Radio, television and the Internet are taken for granted, as each has become part of our daily lives. Now it is hard to imagine a time when there was no news or music carried on the airwaves, when we could see programs on a screen, or send a message and view Web pages. Yet, just one hundred years ago, the ability to do this was just being developed. A handful of pioneers, working alone, made these modern wonders possible. In Ypsilanti the pioneers were a small group of young men who were known as the “Owl Club.” The history of radio in Ypsilanti began with the clutter which Howard Chapin left in his mother’s living room as he experimented with wireless and telegraph. Later the experiments were carried out in a small wooden shack behind the house at 17 North Adams Street. Beginning in 1906, Chapin, with Clifford Boatwright, Lee Augustus, Henry Gilmore, and later, Ernest Goodwin, worked on their hobby of wireless transmission. They were known as the “Owl Club” because the five would stay up all night to tinker and experiment with their hobby. Chapin carried out his first experiments with discarded dry cells saved for him by Professor Elmer A. Lyman, who was one of the few men in Ypsilanti to own an automobile at that time. Additional dry cells were provided by Ed Dolson, who operated a bicycle shop on Washington Street and also did automobile repair work. Chapin and Gilmore carried on the first wireless communication in Ypsilanti from their homes in 1906. “Their feat was of great interest to Ypsilanti,” noted The Ypsilanti Daily Press of Saturday, October 13, 1934. “It was not long until their accomplishments advanced and communication was conducted with an amateur operator in Ann Arbor. The Augustus, Boatwright, and Goodwin boys became interested and, because wireless was in its experimental stage, the quintet were drawn together by a bond which attracted few others at that time.” “Fascination with the work carried on by the Owl Club in the small Chapin garage attracted many Ypsilantians to the building at special occasions before radio became a household word. In 1924, election returns were received over the radio in the Chapin building and given to interested Ypsilanti voters, while on several other occasions it was filled with eager listeners. Wives of the men provided the spectators with lunches at times,” noted the account. In this small building behind the Chapin house, Ernest Goodwin built the transmitter that started radio station WJBK. The station began in 1924 above the Diamond Art jewelry store at 108 West Michigan Avenue, between Huron and Washington Streets. Goodwin received his first license to broadcast in 1925. On November 11, 1928, Goodwin received permission from the radio commission to operate permanently with increased power and wavelength. The first announcer for the station was Harold Augustus. At first, the station was only open for three hours, but Augustus was kept busy. “There were no disc jockeys at that time and all the entertainment on the station was live and donated. Putting a program together was somewhat ticklish because, being unpaid, the performers didn’t feel too obligated to show up at the proper time or, in some instances, to come at all. Then Augustus had to perform himself (off the cuff ), with impromptu commendations on whatever came to mind. He usually used the Ypsilanti Daily Press to provide a newscast,” reported The Ypsilanti Press on March 30, 1964. “On one occasion the late James Hart, who was noted for the carrying power of his voice, stepped into the role of broadcaster and was to be introduced as a fisticuff artist, one Bo Montana,” noted the account. “’Bo!’ he bellowed, and then the magnificent presentation went ‘PFFT’!” “The announcer’s false teeth had flipped out.” Kirk Knight began in 1928 a 47-year career in broadcasting at WJBK radio in Ypsilanti. It started with a game of tennis. He and a classmate at the Michigan State Normal College, now Eastern Michigan University, were playing singles, but their game was continually interrupted by the pair on the next court. Knight suggested they play doubles and got to talking to one of the other players, who was the chief engineer at WJBK. The man told Knight that an announcer at WJBK who had a stuttering problem, was not being paid and wanted some time off. He asked Knight if he would fill in for the announcer. Knight did, and was hired full-time when the announcer quit. “I remember we were on the top floor of the six-story Huron Hotel, Ypsilanti’s tallest building. We had 50 watts of power that carried us to the other side of Ann Arbor,” recalled Knight in 1973. The broadcast tower was on the roof of the Huron Hotel, and sometimes became clogged during storms, and he and the engineer would flip a coin to see who would go up to the roof and rattle the tower to shake the ice off. “There was a local bootlegger who liked Ted Lewis records,” recalled Knight. “Every time I played one, he sent a bottle of liquor to the studio, which I promptly hid. The records also were a cue to the bootleggers that he was home and open for business.” Ernest Goodwin, who founded the station, was found dead in his garage at 803 Congress Street, on the morning of December 4, 1928. He had been at the station the night before when he assisted in the broadcasting of a program from the Normal College. Sometime after the broadcast he had gone home and set to work on his car in the garage. “Neighbors saw a light in the garage about 5 o’clock this morning but thought nothing of it as Mr. Goodwin was accustomed to work long hours during the night on his radio. However, attending physicians stated he had been dead but a short time when discovered, as the body was not rigid as it would have been had he been dead several hours. Mrs. Goodwin was too ill to be questioned as to whether he had been in the house during the night,” reported The Ypsilanti Daily Press of December 4, 1928. The station was sold in 1930 to James Hopkins, who moved WJBK to Detroit. The surviving members of the Owl Club continued to tinker at their hobby in Howard Chapin’s garage for many years. (James is a local historian who has authored a number of books on Ypsilanti history. He is a regular contributor to the Gleanings.) Photo 1: Radio.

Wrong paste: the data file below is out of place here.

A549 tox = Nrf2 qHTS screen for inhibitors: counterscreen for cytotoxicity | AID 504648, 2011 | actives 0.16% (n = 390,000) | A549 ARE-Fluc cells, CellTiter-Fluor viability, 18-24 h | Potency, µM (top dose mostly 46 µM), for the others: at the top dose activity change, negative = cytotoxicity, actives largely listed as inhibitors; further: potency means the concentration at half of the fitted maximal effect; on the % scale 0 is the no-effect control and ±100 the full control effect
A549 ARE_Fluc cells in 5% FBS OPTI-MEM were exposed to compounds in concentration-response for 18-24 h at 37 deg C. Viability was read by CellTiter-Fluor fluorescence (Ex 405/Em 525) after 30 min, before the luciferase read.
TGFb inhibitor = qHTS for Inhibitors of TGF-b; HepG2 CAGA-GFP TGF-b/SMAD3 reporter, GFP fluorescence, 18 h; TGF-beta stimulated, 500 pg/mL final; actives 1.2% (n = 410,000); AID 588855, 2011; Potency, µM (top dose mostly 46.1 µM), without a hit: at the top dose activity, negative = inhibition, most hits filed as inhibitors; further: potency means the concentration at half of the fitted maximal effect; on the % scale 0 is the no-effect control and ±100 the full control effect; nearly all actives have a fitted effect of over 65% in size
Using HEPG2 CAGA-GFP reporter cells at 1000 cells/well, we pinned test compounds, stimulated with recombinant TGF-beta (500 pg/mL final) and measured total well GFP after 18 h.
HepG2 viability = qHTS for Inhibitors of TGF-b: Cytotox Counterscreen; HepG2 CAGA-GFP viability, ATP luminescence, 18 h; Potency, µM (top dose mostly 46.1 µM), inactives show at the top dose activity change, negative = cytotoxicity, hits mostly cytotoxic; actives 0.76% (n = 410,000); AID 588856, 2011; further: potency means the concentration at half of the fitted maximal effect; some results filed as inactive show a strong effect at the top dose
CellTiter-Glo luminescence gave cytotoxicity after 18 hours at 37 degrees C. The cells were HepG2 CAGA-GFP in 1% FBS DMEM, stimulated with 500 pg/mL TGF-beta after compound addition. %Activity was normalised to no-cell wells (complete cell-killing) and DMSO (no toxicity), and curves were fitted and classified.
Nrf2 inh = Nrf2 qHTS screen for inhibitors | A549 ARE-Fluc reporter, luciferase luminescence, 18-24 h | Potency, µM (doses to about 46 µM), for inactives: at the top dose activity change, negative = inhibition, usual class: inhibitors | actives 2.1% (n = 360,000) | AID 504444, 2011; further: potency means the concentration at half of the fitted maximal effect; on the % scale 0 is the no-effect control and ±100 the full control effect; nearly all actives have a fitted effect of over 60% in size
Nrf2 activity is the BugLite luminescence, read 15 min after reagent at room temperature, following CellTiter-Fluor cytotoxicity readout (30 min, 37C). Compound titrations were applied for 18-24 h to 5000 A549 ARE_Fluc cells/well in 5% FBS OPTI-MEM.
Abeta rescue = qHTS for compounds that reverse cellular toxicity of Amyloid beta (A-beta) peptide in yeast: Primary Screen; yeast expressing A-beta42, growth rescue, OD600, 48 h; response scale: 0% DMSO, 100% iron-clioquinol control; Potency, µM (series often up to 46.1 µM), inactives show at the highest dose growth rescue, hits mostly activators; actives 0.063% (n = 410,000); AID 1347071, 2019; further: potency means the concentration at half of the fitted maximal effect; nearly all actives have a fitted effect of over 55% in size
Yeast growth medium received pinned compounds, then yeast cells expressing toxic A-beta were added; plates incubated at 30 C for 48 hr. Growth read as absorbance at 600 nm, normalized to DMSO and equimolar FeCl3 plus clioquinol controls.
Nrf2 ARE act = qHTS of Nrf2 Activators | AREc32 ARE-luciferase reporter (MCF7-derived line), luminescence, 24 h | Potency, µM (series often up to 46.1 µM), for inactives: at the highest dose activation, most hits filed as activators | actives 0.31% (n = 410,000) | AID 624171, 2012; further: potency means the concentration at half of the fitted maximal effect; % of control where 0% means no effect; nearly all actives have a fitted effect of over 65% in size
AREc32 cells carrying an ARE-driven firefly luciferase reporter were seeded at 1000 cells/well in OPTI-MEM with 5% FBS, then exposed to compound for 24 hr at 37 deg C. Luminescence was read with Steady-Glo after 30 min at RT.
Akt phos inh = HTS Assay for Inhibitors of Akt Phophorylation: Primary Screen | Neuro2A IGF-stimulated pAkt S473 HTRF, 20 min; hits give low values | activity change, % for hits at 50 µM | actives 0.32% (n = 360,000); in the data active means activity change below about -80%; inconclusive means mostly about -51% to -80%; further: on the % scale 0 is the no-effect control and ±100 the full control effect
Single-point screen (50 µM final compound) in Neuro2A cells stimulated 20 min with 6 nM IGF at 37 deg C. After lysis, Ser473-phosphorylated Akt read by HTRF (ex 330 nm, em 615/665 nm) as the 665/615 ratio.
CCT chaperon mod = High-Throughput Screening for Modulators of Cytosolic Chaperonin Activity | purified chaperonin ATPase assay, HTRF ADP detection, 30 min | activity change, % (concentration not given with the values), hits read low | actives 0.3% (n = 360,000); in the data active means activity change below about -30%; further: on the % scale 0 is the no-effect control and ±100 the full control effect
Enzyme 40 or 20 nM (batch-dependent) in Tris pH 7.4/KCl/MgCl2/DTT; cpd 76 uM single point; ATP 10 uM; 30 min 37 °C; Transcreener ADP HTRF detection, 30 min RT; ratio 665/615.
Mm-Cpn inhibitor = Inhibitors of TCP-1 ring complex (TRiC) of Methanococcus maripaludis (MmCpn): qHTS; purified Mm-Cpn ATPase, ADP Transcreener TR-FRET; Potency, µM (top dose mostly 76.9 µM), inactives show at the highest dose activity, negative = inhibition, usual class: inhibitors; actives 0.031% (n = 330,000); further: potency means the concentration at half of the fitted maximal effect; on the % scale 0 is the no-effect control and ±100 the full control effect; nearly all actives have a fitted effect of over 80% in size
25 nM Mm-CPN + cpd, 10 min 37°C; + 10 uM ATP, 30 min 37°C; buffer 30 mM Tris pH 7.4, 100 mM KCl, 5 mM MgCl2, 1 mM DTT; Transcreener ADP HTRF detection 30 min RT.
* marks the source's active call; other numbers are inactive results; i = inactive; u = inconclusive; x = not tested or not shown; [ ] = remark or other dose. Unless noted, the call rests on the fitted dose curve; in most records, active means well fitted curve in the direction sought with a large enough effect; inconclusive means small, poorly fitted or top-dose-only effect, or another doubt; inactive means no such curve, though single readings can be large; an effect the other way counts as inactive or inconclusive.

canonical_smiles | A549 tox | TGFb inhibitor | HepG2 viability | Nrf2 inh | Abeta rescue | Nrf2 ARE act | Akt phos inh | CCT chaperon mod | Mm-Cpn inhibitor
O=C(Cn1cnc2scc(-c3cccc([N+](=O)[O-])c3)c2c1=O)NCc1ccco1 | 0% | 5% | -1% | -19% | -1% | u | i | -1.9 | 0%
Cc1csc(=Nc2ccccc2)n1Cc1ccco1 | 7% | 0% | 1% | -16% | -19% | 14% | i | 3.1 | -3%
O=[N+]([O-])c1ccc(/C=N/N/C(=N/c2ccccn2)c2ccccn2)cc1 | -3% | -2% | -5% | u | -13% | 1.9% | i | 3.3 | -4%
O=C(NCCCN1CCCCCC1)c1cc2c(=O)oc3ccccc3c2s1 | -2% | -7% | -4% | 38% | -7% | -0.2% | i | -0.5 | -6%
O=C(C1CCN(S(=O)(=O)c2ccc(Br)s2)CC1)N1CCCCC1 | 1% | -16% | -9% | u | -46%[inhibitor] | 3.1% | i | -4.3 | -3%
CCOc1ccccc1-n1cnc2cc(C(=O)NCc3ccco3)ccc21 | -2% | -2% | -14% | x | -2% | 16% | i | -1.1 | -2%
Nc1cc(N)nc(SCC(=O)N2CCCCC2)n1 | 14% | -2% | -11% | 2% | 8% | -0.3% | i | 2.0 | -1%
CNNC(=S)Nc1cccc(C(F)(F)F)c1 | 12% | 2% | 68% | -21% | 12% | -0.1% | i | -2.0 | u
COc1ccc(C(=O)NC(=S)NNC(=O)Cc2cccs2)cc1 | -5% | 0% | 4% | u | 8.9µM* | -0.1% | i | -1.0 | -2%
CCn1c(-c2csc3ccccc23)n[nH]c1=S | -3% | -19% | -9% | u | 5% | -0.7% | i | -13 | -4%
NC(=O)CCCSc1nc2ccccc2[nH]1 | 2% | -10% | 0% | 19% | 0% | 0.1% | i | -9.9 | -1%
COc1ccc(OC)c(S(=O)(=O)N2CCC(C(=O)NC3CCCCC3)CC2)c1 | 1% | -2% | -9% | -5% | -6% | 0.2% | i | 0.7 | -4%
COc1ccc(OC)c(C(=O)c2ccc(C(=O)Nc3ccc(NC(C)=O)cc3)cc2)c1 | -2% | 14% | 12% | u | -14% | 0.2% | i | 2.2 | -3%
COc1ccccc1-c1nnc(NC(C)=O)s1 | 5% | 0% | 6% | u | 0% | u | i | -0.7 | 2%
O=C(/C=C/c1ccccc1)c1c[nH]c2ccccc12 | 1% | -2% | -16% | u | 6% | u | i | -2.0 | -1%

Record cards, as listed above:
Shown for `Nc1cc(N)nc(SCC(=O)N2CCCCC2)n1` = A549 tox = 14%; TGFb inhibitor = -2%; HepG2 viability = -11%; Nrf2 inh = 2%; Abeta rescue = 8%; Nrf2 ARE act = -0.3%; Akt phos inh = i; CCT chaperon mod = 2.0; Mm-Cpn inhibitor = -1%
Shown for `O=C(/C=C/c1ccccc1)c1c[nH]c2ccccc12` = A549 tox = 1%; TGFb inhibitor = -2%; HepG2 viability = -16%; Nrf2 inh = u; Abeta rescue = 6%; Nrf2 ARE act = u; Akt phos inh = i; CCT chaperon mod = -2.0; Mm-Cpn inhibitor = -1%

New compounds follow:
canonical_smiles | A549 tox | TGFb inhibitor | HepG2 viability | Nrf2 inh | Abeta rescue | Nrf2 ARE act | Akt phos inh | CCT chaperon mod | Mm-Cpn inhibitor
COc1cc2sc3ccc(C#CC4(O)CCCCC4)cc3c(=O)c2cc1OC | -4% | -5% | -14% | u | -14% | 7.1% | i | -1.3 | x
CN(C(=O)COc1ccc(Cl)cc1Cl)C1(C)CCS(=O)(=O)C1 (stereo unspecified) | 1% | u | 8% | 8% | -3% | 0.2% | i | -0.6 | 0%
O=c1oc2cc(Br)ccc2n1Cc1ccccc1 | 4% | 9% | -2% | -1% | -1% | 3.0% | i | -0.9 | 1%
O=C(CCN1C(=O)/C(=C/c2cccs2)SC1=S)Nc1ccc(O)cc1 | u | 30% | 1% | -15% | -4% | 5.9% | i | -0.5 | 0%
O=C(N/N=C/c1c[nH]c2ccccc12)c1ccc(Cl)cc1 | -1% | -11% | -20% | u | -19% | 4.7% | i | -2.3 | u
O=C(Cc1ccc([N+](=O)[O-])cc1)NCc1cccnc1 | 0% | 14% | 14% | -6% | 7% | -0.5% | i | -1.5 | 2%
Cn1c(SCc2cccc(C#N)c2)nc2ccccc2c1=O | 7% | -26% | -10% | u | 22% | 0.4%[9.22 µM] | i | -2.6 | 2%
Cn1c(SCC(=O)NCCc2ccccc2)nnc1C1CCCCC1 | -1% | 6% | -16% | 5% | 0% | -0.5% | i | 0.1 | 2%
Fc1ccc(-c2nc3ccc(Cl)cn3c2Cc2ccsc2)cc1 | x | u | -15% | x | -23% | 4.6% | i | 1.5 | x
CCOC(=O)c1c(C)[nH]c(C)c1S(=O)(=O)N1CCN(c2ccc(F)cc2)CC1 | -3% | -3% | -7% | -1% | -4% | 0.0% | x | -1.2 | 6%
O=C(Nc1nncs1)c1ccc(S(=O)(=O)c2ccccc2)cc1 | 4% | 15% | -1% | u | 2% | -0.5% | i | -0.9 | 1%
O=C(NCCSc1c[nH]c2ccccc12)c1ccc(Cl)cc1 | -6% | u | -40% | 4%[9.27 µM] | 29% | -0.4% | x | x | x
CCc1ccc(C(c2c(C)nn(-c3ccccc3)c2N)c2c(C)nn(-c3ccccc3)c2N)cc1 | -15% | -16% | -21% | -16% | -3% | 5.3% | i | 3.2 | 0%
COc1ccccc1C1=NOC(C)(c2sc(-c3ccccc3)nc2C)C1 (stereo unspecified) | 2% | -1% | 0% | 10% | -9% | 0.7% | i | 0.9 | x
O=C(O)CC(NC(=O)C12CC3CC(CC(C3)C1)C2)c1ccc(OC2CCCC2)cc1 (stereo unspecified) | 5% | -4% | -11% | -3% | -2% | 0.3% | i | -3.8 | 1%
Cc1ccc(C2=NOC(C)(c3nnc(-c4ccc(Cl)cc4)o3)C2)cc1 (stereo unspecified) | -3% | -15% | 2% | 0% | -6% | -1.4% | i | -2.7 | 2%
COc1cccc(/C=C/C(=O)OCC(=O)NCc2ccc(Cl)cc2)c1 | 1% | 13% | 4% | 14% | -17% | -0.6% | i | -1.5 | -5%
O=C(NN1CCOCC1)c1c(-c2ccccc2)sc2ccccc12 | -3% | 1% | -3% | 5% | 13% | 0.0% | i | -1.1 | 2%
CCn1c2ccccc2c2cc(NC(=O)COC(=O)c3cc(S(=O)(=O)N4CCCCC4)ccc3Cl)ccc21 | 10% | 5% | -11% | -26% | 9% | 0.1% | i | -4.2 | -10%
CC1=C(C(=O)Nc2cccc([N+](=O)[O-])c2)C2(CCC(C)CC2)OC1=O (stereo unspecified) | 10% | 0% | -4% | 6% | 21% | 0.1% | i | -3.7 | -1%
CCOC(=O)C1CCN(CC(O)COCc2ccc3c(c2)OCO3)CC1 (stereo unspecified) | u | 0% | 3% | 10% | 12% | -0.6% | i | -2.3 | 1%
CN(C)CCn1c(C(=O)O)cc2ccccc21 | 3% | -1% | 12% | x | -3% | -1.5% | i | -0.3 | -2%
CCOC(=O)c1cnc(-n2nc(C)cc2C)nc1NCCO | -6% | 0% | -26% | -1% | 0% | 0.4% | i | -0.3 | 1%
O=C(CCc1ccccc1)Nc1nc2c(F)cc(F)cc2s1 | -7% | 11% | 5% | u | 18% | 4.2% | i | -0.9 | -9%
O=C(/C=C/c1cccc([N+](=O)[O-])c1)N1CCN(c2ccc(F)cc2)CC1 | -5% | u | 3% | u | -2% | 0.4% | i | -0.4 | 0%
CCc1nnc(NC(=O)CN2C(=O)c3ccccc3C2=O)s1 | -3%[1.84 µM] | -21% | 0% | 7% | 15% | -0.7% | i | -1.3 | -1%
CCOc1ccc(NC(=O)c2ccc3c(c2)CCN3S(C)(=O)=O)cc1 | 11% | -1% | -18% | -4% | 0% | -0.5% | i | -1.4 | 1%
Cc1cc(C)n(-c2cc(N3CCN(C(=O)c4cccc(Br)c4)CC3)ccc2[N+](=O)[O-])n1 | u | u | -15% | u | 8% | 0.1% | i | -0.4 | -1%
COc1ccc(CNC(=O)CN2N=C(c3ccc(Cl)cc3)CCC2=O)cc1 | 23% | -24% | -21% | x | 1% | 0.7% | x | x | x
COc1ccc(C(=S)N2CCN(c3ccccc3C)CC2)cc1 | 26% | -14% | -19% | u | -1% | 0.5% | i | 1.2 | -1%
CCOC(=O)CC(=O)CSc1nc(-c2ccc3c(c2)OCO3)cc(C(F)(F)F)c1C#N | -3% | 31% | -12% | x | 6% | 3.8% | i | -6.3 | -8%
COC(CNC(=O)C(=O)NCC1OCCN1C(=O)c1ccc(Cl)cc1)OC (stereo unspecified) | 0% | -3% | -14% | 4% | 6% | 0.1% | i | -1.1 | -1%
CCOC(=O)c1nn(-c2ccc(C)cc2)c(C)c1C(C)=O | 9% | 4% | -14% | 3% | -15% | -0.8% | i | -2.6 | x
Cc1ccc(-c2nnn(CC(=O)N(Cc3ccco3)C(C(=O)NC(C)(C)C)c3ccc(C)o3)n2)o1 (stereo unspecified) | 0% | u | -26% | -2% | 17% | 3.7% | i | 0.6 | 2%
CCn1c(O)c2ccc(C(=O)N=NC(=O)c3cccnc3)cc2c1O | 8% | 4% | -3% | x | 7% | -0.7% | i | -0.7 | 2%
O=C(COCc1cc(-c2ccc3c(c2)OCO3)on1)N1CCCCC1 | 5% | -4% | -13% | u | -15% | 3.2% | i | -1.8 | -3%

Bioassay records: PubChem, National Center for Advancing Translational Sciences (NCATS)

Photo 2: The site of Chapin’s garage at 17 N. Adams is now occupied by EMU’s College of Business.
Photo 3: Chapin and Gilmore carried on the first wireless communications in Ypsilanti from their homes in 1906.
Photo 4: 108 West Michigan was Ypsilanti’s narrowest store front, now a portion of the Ypsilanti Convention & Visitors’ Bureau.
Photo 5: Early radio announcers had to perform “off the cuff ” with impromptu conversation about whatever came to mind.
Photo 6: A radio announcer had to be a “Jack of all trades” and stayed on the air for hours at a time.
Photo 7: A cartoon by Herb Roth (1887-1953), popular satirist for the New York World in the 1920s jazz age.
Photo 8: There are still plenty of Antennae atop the former Huron Hotel.
Photo 9: A cartoon of the early radio period by F. G. Cooper, freelance designer and illustrator in New York City in 1904. Cooper also did spot drawings for the Life magazine editorial page which he dubbed “cartoonettes.”